Worse, age checks that require users to submit identifying details to prove their age will enable record-keeping on a global scale. Do you want a private company to own a database of every porn site you’ve ever looked at - and would you trust a tube site to keep that data safe? No, me either.

But the biggest insult of the Digital Economy Bill is the “prohibited content” - the list of material that is banned entirely. 

The regulations that led to my site being unsuccessfully censored last year applied the classification guidelines used by the British Board of Film Classification (BBFC) to online porn for the first time. The highest UK classification is R18, which covers any depiction of explicit, unsimulated sex. But the R18 category is actually very narrow; there’s a long list of content which is excluded from it, and which is therefore not legal to depict in porn at all. ‘Prohibited content’ includes fisting, bondage of all four limbs plus a gag, watersports and female ejaculation (if the fluid lands on another person, or is consumed), and the one that got me - spanking that leaves marks beyond those deemed “transient or trifling”.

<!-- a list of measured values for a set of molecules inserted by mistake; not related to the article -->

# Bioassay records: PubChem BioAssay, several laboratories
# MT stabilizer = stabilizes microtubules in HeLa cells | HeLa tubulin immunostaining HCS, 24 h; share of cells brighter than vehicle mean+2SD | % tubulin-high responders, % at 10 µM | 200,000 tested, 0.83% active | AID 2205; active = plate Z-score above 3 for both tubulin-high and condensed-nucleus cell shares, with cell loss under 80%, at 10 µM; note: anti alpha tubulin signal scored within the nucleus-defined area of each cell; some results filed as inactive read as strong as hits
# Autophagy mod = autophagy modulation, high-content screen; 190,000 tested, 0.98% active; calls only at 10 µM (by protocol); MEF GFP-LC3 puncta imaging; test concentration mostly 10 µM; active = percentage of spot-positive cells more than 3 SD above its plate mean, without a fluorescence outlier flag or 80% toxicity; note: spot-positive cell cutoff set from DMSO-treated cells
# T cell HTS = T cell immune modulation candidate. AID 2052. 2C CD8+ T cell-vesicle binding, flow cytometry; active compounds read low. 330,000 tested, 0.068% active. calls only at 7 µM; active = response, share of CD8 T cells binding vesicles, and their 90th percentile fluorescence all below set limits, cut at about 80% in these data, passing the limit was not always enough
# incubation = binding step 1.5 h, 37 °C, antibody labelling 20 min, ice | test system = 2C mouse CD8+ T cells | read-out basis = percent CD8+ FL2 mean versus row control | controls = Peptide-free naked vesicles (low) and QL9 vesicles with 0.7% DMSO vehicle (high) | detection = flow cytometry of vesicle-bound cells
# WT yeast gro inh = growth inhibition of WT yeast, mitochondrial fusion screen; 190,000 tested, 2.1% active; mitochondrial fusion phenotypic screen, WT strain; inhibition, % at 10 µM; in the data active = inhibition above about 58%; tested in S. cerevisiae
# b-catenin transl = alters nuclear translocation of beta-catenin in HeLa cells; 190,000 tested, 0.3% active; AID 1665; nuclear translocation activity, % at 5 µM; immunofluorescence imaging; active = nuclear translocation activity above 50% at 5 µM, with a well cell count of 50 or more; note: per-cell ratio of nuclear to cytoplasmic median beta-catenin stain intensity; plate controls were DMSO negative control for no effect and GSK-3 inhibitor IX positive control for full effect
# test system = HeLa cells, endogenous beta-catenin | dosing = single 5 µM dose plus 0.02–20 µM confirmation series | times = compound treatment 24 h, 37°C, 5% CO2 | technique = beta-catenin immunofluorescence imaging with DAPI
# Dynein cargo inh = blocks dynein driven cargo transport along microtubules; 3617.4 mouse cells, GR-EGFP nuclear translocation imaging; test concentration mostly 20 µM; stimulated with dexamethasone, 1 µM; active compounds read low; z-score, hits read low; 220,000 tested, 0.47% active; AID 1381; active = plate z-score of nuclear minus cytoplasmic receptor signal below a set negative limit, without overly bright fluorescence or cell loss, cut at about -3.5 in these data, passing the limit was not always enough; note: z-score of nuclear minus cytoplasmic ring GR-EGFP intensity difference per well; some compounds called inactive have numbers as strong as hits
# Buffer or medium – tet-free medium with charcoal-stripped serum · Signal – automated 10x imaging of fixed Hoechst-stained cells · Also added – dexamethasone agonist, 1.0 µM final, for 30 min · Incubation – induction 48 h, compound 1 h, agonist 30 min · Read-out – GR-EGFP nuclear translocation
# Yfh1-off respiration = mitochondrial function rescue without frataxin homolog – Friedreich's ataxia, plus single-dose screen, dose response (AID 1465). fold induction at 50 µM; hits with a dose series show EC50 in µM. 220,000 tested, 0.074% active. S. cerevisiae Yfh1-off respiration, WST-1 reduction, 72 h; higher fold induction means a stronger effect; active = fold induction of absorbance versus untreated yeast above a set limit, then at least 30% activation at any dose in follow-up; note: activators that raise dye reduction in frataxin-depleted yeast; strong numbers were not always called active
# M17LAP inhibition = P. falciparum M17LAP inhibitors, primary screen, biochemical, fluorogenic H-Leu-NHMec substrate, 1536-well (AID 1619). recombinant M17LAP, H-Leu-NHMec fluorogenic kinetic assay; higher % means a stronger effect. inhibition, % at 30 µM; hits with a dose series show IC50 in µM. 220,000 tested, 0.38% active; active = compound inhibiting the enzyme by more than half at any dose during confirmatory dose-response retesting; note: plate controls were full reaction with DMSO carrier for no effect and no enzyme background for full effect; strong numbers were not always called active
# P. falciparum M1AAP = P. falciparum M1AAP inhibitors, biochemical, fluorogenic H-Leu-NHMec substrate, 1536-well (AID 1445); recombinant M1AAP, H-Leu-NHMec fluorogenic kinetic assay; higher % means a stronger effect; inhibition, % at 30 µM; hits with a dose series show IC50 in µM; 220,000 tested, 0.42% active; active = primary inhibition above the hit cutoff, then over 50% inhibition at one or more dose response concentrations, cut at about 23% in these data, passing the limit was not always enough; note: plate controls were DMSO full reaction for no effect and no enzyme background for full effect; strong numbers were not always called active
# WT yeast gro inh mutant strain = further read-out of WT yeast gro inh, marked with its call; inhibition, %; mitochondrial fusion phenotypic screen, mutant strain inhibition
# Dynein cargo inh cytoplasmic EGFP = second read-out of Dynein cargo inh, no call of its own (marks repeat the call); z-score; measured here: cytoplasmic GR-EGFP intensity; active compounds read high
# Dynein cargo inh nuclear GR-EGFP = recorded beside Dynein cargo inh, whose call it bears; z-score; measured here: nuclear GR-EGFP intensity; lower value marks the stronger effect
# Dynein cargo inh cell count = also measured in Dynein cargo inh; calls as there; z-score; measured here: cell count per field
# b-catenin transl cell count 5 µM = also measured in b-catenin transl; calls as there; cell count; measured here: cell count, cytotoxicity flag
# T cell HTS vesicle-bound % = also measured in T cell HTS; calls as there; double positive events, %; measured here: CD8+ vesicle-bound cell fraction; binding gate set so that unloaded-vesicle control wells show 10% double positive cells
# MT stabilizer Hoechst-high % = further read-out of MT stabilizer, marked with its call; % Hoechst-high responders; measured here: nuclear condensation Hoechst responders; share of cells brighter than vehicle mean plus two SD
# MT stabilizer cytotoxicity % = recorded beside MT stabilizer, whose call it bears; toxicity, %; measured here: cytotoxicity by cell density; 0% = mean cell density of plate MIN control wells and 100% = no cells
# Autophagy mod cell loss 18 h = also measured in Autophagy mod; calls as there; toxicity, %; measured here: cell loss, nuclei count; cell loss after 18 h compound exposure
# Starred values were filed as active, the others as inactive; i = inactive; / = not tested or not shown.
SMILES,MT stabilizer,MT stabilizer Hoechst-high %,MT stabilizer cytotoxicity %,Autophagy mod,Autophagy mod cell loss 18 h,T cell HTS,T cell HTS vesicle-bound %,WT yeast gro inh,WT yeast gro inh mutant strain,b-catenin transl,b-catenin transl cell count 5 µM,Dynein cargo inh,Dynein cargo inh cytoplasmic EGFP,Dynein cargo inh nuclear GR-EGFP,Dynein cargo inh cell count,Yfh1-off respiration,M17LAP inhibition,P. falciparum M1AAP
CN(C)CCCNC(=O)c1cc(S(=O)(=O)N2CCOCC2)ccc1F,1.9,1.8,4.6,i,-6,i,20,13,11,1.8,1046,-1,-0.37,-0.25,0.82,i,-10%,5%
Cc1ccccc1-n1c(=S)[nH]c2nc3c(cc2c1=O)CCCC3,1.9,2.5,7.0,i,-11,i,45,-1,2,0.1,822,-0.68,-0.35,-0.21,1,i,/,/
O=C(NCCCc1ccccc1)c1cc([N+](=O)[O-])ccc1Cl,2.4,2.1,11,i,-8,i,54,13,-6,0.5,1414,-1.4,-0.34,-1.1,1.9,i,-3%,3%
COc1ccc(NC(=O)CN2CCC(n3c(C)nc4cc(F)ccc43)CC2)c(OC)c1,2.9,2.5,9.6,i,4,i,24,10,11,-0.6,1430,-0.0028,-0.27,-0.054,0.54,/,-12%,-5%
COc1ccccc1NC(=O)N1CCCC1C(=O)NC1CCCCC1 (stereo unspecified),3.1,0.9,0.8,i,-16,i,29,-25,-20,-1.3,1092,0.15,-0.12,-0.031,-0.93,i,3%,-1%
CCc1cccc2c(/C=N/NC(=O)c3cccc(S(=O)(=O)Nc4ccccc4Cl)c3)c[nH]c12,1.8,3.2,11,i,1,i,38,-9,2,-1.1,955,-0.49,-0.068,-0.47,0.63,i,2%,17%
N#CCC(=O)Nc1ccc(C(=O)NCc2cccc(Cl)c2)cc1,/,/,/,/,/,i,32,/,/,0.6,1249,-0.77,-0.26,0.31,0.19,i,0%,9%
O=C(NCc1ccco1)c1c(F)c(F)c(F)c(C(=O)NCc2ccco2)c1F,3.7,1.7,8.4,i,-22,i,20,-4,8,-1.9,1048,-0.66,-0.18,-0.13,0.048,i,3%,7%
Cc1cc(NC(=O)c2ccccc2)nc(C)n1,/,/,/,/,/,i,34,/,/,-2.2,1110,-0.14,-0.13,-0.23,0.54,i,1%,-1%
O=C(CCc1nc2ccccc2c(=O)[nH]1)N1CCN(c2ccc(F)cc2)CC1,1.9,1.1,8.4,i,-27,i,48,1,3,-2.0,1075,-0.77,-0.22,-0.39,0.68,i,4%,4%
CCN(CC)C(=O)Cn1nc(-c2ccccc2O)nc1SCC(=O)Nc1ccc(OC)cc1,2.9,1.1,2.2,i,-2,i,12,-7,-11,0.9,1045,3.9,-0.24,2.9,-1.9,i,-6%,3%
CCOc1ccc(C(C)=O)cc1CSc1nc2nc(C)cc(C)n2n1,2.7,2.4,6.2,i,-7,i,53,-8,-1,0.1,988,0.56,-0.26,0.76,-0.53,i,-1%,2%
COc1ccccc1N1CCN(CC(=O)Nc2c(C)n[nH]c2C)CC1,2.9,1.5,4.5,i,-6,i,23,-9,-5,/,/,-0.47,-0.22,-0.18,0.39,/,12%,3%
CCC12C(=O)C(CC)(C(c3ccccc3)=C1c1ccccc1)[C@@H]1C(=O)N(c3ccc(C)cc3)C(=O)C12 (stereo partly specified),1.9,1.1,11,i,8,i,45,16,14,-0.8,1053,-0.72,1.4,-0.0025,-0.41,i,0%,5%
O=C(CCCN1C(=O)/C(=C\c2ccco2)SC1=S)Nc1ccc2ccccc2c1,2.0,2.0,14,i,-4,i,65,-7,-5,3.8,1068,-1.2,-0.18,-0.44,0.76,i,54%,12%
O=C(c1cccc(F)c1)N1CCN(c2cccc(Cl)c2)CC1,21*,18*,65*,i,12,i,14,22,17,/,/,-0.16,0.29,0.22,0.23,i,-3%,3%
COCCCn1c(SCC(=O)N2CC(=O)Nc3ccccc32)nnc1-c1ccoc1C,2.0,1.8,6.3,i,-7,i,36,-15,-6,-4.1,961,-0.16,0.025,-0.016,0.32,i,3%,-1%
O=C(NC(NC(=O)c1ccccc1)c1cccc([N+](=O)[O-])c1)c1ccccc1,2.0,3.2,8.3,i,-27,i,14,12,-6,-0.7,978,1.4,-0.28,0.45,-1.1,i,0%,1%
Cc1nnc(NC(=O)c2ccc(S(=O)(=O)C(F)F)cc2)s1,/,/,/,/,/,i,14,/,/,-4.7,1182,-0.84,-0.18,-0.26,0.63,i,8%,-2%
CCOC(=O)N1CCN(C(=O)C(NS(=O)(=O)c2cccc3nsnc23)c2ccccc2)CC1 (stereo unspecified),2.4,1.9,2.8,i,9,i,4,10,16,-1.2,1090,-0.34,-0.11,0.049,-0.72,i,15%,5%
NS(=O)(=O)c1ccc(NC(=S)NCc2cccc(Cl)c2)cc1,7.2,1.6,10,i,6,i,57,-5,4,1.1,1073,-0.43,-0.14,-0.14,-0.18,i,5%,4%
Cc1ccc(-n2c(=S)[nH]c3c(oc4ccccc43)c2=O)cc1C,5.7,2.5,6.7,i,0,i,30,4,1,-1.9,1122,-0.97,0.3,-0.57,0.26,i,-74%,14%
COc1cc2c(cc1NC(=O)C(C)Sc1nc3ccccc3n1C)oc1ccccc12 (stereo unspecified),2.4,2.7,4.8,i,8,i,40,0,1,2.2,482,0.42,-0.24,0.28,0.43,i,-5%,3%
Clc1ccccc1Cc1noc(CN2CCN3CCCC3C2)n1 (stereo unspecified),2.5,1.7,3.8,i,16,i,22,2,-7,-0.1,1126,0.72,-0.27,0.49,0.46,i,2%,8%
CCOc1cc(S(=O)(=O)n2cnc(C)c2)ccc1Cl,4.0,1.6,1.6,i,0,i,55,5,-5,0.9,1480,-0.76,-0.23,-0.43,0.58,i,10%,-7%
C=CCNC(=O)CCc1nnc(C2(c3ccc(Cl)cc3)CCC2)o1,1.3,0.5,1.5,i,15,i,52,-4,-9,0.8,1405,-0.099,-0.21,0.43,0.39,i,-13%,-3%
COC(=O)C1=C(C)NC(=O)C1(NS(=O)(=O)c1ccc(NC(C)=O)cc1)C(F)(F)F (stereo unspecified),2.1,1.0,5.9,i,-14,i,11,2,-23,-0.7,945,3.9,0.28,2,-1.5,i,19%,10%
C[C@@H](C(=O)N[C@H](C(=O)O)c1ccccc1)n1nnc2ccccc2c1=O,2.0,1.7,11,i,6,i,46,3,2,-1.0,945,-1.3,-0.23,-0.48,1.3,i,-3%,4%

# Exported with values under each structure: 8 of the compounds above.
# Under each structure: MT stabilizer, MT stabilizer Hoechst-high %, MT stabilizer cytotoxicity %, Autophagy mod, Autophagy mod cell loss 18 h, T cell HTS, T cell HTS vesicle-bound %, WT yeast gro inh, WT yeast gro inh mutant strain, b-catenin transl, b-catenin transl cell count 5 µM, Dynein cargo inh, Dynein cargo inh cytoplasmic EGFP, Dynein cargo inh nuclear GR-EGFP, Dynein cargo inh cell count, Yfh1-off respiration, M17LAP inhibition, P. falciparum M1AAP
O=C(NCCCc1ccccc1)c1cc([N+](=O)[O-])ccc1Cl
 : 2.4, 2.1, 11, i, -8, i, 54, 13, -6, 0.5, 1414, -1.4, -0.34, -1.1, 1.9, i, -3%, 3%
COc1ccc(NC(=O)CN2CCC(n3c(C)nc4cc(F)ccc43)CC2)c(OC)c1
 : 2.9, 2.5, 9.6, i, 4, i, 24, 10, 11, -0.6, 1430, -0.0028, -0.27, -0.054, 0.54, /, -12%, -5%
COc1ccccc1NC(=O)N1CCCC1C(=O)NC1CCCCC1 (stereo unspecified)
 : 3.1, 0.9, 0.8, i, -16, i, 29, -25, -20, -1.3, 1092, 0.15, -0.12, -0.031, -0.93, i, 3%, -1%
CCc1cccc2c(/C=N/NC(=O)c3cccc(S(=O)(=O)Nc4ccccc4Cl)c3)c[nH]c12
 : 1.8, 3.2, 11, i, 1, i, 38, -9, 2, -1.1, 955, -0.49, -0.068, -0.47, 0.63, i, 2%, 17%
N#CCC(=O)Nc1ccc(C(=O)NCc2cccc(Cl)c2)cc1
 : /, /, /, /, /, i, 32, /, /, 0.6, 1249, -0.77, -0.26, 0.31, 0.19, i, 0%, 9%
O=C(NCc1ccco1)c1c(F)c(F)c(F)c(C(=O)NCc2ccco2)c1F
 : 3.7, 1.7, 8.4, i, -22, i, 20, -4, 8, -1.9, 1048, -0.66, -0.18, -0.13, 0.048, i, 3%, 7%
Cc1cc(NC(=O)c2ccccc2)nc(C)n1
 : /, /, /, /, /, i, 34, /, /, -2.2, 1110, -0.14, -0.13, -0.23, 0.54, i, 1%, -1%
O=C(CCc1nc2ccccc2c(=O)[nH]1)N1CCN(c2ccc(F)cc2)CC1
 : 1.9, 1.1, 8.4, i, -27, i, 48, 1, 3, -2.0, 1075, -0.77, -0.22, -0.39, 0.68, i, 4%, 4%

We have an absurd discrepancy where acts which are legal to do in real life are illegal to depict. Plenty of people enjoy a bit of consensual spanking from time to time, but as soon as a video of it is published online, suddenly it’s illegal - even if the people viewing it are all age-verified, consenting adults.

I find it demeaning to be told that my sexuality is obscene. Turning a camera on before engaging in enjoyable sex acts doesn’t make them inherently degrading; and nor does choosing how and when to share the images with a likeminded audience.